Patient Care

A Novel Pharmaceutical Care Model for High-Risk Patients

A medication optimization clinic improved patient adherence, disease outcomes, and communication among health care providers at an Indian Health Service facility.

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Nonadherence is a significant problem that has a negative impact on both patients and public health. Patients with multiple diseases often have complicated medication regimens, which can be difficult for them to manage. Unfortunately, nonadherence in these high-risk patients can have drastic consequences, including disease progression, hospitalization, and death, resulting in billions of dollars in unnecessary costs nationwide.1,2 The Wheel Model of Pharmaceutical Care (Figure) is a novel care model developed at the Gallup Indian Medical Center (GIMC) in New Mexico to address these problems by positioning pharmacy as a proactive service. The Wheel Model of Pharmaceutical Care was designed to improve adherence and patient outcomes and to encourage communication among the patient, pharmacists, prescribers, and other health care team members.

Pharmacists are central to managing patients’ medication therapies and coordinating communication among the health care providers (HCPs).1,3 Medication therapy management (MTM), a required component of Medicare Part D plans, helps ensure appropriate drug use and reduce the risk of adverse events.3 Since pharmacists receive prescriptions from all of the patient’s HCPs, patients may see pharmacists more often than they see any other HCP. GIMC is currently piloting a new clinic, the Medication Optimization, Synchronization, and Adherence Improvement Clinic (MOSAIC), that was created to implement the Wheel Model of Pharmaceutical Care. MOSAIC aims to provide proactive pharmacy services and continuous MTM to high-risk patients and will enable the effectiveness of this new pharmaceutical care model to be assessed.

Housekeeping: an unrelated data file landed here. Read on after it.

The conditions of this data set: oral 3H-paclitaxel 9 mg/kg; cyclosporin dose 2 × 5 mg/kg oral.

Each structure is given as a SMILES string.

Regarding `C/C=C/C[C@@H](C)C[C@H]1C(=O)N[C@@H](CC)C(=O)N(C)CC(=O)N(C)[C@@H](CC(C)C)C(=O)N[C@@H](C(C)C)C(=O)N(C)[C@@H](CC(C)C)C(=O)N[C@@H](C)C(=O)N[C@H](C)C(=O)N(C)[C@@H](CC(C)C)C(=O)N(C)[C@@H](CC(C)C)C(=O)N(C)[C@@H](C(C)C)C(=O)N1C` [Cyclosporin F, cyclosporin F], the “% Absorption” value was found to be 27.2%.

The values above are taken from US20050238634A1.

Studies have identified certain populations who are at an increased risk for nonadherence: the elderly, patients with complex or extensive medication regimens, patients with multiple chronic medical conditions, substance misusers, certain ethnicities, patients of lower socioeconomic status, patients with limited literacy, and the homeless.2,4 Federal regulations require that Medicare Part D plans target beneficiaries who meet specific criteria for MTM programs. Under these rules, plans must target beneficiaries with ≥ 3 chronic diseases and ≥ 8 chronic medications, although plans also may include patients with fewer medications and diseases.3 Although the Wheel Model of Pharmaceutical Care is postulated to be an accurate model for the ideal care of all patients, initial implementation should be targeted toward populations who are likely to benefit the most from intervention. For these reasons, elderly Native American patients who have ≥ 2 chronic diseases and who take ≥ 5 chronic medications were targeted for initial enrollment in MOSAIC at GIMC.


In MOSAIC, pharmacists act as the hub of the pharmaceutical care wheel. Pharmacists work to ensure optimization of the patient’s comprehensive, integrated care plan—the rim of the wheel. As a part of this optimization process, MOSAIC pharmacists facilitate synchronization of the patient’s prescriptions to a monthly or quarterly target fill date. The patient’s current medication therapy is organized, and pharmacists track which medications are due to be filled instead of depending on the patient to request each prescription refill. This process effectively changes pharmacy from a requested service to a provided service.


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